20 July 2017

Diversification — more than just a free lunch

You don’t hear market pundits waxing lyrical about the benefits of diversification. The ‘experts’ you read about in newspapers and investment magazines generally aren’t those sensibly putting their eggs in different baskets.

Instead we have an in-built bias towards ‘conviction’. We love to read stories of fund managers who saw something coming that no one else did. And we only usually hear about those who gambled and won rather than those who got it badly wrong. We seem to prefer reassuring lies rather than the inconvenient truth that all known information is already incorporated into security prices, and that market movements are, to all intents and purposes, random and unpredictable.

Diversification, by comparison, seems dull and boring. But it’s hard to overstate what a brilliant deal it actually is. It’s been described as the one free lunch for investors, but even that understates its importance. Diversification isn’t a one-off meal; it’s a buffet to sustain you every day of your investing lifetime.

When most people think about diversification, they think about reducing risk. It certainly reduces different types of risk, such as being overly exposed to one or a small number of individual securities and that of being invested in only one market.

Another advantage is that, because stocks and bonds are inversely correlated — in other words, one tends to go up in value as the other goes down — diversification also gives you a smoother ride towards your investment goals.

But a benefit of diversification that many people aren’t aware of is that it also delivers more reliable investment outcomes.

Wei Dai, Senior Researcher at Dimensional Fund Advisors, recently conducted a study entitled How Diversification Impacts the Reliability of Outcomes. In the resulting white paper, she explained how having a diversified portfolio is critical to capturing the premiums associated with different factors.

Of course, outperformance cannot be guaranteed, but academics have demonstrated how, for example, over the long term, small-cap stocks usually outperform large-cap stocks, value stocks beat growth stocks, and stocks with high operating profitability outperform those with low profitability.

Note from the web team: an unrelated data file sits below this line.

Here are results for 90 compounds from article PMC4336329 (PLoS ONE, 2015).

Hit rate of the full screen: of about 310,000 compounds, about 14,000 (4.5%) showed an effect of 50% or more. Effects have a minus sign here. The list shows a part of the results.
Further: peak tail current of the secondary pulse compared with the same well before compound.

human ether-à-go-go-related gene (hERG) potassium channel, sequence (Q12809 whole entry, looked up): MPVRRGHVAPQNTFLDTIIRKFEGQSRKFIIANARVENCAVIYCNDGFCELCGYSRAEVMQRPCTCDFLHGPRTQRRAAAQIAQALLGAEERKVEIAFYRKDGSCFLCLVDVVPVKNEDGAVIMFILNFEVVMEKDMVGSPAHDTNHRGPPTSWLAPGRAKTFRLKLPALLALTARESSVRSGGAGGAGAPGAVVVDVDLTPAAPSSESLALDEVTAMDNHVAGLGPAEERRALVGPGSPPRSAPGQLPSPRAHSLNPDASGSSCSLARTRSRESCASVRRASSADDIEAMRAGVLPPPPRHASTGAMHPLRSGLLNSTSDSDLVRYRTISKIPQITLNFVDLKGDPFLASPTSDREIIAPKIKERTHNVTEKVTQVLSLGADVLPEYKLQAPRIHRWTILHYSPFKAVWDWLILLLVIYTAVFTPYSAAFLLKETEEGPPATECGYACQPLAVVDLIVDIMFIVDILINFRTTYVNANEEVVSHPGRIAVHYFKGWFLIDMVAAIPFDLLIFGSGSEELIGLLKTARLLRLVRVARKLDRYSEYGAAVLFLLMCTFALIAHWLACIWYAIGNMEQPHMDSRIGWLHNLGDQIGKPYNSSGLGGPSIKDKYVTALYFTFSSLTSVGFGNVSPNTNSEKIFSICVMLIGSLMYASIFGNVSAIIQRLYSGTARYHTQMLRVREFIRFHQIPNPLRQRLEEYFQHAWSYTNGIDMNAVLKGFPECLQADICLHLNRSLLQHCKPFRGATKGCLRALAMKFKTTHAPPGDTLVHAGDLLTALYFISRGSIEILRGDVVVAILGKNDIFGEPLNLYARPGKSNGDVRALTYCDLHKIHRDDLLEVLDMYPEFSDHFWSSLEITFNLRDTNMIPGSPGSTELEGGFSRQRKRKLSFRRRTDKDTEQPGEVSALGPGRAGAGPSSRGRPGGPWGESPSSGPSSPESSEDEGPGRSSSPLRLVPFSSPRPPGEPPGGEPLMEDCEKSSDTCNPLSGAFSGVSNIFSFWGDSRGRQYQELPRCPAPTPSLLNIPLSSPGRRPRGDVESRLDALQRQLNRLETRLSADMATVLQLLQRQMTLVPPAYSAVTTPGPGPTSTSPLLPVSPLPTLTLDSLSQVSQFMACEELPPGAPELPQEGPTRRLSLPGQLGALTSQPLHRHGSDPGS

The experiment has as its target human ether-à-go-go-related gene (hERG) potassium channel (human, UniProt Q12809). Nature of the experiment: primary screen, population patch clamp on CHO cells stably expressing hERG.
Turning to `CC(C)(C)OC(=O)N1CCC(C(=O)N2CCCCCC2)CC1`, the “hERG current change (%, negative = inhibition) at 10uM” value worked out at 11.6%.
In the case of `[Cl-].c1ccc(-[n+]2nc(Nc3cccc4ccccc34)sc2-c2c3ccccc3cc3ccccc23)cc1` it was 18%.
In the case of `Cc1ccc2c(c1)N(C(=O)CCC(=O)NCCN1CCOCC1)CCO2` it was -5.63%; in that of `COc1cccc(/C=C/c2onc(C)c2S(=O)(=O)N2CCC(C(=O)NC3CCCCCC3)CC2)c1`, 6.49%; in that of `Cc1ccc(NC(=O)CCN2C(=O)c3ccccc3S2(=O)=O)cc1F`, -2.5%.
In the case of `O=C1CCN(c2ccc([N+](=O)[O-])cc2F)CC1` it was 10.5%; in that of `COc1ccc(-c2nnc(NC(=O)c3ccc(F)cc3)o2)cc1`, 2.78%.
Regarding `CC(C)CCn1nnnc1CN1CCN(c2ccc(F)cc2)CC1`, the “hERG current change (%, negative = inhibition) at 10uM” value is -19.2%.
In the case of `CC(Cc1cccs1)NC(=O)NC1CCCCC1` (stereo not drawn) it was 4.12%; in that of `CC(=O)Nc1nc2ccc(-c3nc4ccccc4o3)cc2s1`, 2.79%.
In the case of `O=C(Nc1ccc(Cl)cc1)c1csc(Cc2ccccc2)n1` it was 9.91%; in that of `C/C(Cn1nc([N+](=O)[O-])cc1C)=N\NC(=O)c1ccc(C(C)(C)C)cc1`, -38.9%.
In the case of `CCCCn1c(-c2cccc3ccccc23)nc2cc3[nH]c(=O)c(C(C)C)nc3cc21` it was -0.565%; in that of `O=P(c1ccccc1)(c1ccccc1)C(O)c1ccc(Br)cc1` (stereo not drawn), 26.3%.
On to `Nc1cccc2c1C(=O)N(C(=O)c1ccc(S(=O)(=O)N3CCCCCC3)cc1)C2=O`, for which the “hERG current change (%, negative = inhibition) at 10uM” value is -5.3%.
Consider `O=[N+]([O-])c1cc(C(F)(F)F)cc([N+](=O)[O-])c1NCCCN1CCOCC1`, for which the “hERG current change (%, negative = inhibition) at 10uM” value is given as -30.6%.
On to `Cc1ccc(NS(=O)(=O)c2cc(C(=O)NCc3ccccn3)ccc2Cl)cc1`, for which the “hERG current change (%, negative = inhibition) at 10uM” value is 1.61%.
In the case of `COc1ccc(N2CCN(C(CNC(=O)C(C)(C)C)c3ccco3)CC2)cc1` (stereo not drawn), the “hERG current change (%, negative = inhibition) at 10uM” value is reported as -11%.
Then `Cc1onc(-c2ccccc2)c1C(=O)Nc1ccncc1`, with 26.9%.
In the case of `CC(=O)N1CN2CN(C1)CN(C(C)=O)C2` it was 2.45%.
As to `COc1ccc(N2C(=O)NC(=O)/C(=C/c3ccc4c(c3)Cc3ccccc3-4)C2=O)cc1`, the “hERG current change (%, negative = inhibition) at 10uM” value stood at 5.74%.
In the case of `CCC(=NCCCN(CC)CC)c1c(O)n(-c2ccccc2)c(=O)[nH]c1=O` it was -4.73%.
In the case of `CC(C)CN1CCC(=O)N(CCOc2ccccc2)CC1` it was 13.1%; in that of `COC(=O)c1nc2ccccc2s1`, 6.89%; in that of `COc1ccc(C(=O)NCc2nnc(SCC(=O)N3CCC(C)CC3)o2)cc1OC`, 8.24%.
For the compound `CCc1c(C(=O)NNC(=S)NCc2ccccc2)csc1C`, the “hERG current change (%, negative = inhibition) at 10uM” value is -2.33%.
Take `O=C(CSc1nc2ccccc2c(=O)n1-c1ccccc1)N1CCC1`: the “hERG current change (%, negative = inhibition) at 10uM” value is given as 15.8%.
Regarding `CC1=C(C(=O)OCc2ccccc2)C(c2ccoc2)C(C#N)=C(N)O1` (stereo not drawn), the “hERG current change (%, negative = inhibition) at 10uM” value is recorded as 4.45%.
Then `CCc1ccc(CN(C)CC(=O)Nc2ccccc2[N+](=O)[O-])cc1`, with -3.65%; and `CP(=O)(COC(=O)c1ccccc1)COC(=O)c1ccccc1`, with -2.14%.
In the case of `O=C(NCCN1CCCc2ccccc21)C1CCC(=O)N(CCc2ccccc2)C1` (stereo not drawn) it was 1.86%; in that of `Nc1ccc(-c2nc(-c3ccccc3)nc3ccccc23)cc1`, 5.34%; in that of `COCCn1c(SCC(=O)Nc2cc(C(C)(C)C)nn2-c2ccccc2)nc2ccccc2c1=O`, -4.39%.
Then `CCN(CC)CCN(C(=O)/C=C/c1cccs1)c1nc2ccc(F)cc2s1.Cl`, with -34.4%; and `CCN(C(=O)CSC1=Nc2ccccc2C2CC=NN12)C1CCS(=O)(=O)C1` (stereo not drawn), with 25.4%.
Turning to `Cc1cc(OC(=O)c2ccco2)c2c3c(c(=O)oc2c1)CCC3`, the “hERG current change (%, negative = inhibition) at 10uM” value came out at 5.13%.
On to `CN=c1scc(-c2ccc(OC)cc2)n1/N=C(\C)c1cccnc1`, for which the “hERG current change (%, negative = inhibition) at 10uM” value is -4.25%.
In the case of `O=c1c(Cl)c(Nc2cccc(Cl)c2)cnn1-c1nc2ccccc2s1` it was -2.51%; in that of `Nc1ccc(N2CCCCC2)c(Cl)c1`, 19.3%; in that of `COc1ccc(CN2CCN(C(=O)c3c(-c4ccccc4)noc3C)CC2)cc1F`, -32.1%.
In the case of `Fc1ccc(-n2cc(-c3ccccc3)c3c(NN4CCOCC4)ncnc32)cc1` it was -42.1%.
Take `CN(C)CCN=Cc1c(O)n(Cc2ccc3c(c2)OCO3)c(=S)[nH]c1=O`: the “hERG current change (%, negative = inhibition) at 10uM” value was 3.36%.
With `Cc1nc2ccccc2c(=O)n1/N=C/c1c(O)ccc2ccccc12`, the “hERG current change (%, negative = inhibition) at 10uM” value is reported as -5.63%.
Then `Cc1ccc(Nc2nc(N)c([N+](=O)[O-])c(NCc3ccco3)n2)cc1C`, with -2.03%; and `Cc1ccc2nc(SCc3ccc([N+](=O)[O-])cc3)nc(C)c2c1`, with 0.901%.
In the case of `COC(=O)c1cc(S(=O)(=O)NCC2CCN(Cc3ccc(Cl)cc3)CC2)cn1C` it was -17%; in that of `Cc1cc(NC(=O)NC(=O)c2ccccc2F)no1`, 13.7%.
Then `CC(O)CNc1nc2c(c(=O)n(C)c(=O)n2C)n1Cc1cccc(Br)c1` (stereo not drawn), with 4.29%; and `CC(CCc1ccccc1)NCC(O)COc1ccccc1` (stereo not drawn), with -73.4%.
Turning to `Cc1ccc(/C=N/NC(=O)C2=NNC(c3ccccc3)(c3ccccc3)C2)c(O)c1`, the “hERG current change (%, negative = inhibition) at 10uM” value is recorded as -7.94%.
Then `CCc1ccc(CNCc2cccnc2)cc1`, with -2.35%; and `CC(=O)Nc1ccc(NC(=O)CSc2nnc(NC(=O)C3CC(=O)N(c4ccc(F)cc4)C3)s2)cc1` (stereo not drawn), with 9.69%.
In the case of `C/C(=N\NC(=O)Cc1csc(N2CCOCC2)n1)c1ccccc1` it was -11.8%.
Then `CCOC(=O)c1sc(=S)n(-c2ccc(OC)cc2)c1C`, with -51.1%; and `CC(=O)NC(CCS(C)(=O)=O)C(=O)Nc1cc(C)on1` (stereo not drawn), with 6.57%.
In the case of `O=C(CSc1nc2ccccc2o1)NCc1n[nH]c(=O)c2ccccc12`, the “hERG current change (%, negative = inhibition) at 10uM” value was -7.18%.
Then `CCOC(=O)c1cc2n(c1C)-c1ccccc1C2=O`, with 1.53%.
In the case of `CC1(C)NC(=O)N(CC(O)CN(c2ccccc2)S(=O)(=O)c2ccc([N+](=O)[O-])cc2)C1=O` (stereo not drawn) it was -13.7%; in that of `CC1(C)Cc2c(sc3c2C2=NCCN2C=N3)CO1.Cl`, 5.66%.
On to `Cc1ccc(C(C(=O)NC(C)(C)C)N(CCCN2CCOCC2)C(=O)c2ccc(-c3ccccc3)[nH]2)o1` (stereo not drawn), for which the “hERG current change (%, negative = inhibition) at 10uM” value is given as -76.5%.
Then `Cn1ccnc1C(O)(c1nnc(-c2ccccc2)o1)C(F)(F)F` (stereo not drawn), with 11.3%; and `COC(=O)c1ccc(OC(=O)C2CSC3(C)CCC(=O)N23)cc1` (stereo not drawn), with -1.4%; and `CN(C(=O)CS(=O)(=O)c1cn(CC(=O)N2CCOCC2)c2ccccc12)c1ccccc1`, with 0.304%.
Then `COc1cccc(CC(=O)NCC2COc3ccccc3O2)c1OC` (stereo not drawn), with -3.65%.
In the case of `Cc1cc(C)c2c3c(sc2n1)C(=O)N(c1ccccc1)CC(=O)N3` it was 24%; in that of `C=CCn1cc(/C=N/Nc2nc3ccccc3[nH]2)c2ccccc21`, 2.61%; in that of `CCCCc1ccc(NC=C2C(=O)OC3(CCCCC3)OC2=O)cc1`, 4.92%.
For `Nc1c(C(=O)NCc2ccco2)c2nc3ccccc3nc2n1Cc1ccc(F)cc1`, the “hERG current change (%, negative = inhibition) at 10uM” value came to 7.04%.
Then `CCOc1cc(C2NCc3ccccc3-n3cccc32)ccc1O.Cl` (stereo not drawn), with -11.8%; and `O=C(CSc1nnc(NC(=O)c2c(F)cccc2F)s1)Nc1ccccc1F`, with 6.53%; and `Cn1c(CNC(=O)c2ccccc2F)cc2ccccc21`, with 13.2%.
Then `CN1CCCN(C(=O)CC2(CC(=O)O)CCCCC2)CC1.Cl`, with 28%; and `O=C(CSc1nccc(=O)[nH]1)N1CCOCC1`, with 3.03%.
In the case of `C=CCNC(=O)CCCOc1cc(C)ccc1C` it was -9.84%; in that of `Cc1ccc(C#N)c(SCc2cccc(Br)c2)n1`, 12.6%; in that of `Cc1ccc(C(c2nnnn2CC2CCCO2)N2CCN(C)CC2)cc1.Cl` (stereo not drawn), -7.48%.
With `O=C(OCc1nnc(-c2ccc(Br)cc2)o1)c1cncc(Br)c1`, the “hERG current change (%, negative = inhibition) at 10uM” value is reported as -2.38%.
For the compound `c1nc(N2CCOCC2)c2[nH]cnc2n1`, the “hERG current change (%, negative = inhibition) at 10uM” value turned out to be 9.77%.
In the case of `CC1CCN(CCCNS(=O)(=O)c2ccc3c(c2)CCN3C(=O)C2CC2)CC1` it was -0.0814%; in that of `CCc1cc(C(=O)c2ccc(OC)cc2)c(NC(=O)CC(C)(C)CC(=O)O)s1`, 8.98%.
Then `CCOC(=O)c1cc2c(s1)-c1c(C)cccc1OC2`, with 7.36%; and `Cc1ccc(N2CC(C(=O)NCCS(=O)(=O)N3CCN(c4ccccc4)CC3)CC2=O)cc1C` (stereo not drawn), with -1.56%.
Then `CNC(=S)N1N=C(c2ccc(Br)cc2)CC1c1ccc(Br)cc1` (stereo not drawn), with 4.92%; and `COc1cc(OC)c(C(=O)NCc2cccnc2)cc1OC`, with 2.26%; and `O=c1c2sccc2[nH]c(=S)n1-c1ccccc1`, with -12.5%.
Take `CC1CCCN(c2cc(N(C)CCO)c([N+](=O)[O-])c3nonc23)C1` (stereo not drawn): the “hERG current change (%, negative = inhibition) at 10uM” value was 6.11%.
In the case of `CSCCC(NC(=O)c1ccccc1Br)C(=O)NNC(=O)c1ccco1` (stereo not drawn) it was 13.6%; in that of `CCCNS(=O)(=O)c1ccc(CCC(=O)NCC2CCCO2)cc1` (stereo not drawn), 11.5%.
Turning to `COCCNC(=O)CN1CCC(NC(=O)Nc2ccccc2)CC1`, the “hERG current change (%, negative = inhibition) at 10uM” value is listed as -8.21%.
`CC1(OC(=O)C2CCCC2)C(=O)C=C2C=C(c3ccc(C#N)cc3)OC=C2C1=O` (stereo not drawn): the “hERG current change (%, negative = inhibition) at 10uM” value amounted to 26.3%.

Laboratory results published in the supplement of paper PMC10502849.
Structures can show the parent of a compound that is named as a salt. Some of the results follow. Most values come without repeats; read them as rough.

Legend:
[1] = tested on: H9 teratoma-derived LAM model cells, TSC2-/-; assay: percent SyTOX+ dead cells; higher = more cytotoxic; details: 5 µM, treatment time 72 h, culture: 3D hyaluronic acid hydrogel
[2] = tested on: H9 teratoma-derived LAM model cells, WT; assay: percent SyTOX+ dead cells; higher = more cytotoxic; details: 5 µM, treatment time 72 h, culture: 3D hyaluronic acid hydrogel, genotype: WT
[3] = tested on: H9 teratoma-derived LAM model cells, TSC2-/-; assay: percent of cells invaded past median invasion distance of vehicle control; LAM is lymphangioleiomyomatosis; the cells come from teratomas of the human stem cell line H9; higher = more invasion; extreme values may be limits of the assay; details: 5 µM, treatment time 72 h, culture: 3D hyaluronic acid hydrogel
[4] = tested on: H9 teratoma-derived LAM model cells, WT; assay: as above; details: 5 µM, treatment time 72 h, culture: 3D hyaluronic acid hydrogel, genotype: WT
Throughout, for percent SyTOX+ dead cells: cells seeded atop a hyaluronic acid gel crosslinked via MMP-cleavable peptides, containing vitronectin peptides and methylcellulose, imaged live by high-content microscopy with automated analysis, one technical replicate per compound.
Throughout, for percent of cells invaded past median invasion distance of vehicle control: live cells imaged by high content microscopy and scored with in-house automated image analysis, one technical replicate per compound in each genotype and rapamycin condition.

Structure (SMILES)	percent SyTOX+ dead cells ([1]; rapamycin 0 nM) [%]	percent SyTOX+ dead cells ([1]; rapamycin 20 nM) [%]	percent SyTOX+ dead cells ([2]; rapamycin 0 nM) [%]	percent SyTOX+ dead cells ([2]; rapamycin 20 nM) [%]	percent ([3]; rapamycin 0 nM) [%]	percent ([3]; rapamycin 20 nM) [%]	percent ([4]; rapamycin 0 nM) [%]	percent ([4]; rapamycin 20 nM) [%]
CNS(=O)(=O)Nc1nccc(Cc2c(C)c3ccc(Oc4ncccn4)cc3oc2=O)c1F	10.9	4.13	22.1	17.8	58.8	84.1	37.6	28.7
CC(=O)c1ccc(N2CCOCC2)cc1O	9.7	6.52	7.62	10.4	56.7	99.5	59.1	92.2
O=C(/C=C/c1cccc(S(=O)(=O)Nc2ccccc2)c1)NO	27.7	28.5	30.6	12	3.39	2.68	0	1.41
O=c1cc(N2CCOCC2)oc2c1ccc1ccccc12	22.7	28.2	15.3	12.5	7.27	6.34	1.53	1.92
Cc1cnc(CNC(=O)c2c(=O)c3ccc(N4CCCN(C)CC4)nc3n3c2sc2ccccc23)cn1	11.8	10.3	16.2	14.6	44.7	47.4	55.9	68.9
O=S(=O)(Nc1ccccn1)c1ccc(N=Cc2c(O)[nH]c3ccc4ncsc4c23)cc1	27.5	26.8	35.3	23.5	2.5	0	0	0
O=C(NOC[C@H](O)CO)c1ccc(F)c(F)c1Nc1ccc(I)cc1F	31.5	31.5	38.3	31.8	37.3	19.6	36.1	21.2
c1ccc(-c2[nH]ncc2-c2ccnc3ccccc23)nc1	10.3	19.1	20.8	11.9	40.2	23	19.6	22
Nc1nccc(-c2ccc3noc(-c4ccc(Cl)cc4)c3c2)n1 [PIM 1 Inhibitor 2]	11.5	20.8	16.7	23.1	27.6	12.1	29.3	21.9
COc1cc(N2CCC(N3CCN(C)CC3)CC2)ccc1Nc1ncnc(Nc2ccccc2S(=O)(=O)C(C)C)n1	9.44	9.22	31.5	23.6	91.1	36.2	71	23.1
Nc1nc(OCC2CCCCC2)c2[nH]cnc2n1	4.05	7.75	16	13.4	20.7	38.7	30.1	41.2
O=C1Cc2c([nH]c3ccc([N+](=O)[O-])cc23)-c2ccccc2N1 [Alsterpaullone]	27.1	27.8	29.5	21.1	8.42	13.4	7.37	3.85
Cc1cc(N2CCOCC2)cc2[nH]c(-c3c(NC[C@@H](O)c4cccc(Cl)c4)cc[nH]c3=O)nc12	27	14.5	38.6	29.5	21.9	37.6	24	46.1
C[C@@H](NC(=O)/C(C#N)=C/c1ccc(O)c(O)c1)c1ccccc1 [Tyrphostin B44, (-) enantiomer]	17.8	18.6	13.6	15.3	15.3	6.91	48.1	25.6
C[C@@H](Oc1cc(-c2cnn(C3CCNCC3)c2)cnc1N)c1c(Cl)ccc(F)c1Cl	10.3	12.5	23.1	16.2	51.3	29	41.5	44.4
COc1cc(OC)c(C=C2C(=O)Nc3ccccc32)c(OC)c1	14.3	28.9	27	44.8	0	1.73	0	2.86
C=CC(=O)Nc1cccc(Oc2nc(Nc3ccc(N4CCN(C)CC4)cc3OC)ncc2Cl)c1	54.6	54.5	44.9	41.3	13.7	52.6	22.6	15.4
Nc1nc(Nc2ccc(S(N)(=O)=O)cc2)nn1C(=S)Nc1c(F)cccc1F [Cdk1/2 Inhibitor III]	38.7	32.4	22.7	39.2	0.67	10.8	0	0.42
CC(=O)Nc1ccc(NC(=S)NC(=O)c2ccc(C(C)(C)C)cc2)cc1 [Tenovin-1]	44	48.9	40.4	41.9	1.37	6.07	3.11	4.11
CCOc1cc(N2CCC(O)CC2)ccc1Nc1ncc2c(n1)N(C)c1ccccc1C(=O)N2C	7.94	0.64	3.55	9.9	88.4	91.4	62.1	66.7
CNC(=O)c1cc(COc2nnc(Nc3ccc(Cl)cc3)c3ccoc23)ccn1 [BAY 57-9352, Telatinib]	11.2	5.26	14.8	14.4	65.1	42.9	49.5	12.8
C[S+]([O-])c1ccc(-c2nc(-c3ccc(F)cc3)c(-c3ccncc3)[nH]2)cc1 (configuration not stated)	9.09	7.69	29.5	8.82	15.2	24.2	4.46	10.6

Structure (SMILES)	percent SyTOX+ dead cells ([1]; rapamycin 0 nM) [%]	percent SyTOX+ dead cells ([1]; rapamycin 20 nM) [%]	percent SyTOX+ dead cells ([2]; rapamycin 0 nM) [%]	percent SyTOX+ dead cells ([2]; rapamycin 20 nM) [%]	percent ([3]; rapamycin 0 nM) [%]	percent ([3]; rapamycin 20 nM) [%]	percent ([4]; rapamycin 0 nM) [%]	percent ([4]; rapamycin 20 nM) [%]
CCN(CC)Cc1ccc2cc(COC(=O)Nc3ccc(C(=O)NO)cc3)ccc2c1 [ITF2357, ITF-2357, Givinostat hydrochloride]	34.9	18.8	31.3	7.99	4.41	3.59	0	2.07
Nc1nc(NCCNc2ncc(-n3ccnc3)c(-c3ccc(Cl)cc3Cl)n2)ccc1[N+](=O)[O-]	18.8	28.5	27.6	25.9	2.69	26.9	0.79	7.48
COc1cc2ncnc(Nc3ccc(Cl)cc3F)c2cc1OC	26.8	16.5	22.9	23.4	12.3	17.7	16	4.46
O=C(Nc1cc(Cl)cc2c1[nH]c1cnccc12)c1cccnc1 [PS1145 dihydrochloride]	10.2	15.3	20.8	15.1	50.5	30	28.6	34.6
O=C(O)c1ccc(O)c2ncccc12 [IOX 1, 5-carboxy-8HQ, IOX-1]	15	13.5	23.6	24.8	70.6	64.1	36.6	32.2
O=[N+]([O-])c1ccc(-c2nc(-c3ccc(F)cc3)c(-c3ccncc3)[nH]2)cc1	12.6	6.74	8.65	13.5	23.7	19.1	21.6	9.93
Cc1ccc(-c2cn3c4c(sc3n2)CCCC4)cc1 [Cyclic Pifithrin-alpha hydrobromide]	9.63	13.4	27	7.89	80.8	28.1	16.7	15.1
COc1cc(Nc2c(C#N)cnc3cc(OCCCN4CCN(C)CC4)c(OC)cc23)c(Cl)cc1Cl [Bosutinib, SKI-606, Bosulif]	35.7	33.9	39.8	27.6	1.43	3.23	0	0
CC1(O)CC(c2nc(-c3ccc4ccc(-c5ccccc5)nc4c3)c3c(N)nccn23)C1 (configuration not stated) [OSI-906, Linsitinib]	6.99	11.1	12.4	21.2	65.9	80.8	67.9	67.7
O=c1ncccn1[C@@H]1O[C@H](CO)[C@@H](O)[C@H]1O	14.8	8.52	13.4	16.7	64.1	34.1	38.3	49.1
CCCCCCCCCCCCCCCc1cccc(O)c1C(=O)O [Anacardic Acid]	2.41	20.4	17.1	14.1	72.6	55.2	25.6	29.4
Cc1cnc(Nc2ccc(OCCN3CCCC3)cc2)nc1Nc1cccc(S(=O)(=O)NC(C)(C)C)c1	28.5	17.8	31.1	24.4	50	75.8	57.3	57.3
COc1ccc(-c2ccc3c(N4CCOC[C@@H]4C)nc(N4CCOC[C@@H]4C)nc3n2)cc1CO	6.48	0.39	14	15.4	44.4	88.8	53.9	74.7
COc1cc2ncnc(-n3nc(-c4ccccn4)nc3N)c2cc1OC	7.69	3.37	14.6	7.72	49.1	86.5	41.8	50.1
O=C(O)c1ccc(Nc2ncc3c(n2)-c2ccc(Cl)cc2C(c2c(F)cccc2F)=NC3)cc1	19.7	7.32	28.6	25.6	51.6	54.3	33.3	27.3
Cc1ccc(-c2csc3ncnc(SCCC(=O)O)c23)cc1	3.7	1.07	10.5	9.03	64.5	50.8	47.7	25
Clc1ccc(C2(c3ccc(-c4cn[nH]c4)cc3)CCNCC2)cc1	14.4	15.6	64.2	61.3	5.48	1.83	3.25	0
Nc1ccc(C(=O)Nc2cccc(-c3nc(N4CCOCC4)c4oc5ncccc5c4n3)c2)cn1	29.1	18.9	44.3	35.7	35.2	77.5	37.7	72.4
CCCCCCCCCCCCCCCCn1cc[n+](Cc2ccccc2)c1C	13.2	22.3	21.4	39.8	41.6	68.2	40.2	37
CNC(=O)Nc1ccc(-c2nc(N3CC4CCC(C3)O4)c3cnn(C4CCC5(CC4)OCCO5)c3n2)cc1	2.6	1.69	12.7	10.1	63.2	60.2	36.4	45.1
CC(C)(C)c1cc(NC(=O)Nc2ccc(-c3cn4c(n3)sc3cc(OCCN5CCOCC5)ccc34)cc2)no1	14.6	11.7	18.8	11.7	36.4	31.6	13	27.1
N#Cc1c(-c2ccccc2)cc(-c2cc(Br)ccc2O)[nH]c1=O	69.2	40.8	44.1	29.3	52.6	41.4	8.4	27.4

But capturing those premiums is more complicated than it may first appear. Just because, say, small-caps rise by 10% across the board in a particular year, that doesn’t mean that every small-cap stock rises by the same amount. Indeed, some may produce stellar returns, while others perform very poorly. Predicting, at any one time, which small-cap stocks are going to outperform is extremely difficult. Missing out on the stocks that perform best will mean that you don’t receive the full benefit of the small-cap ‘premium’.

To make matters worse, choosing only a few small companies adds to concentration risk, and if, as so often happens, the original choices prove to be wrong, changing them can add significant cost as the difference between the buying price and selling price, known as the spread, of small companies can be extreme. This will further reduce your returns. The answer is to diversify broadly, to stay invested and to avoid trying to time the market.

Wei Dai then went on to ask, How do different levels of diversification impact on the probability of outperformance?

Quantifying probabilities in investing is not an exact science, but the Dimensional study looked at the chances of a range of simulated US large-cap portfolios, with differing levels of diversification, outperforming the Russell 1000 Index, over different time periods. It calculated that a fund with 50 stocks in it had a 69% chance of outperforming the index over 10 years. The figure rose to 92% for a fund containing 500 stocks. But the Dimensional Adjusted Large Cap Equity Index, which includes the full large-cap universe of 1,000 names, had a 96% chance of outperforming the Russell 1000 Index over 10 years. In other words, the more diversified the portfolio, the greater the chance of outperformance, especially over longer time periods.

Another advantage of diversification, the study found, is that the difference between the return from the asset classes being targeted and that of your portfolio, steadily decreases as portfolios become more broadly diversified. Again, this enables the investor to capture the premiums they’re targeting in a more reliable way.

The beauty of broadly passive funds — whether traditional, market-cap weighted index funds or factor-based funds such as those offered by Dimensional — is that they have diversification built in. To use Jack Bogle’s famous analogy, instead of looking for a needle, you’re buying the whole haystack.

Actively-managed funds, by definition, are less diversified. According to the CRSP US Mutual Fund Database, as of December 2015, more than half of large-cap equity funds contained fewer than 90 stocks. Of course, it’s possible for an active manager to identify enough of the future outperformers and discard enough of the losers to beat the index. But the overwhelmingly likelihood is that, after costs, over the long term, the fund you choose will underperform the market.

Diversification really does make sense, and more importantly it significantly improves the performance of your portfolio. Remember, it’s not a free lunch, it’s a free lifetime buffet.

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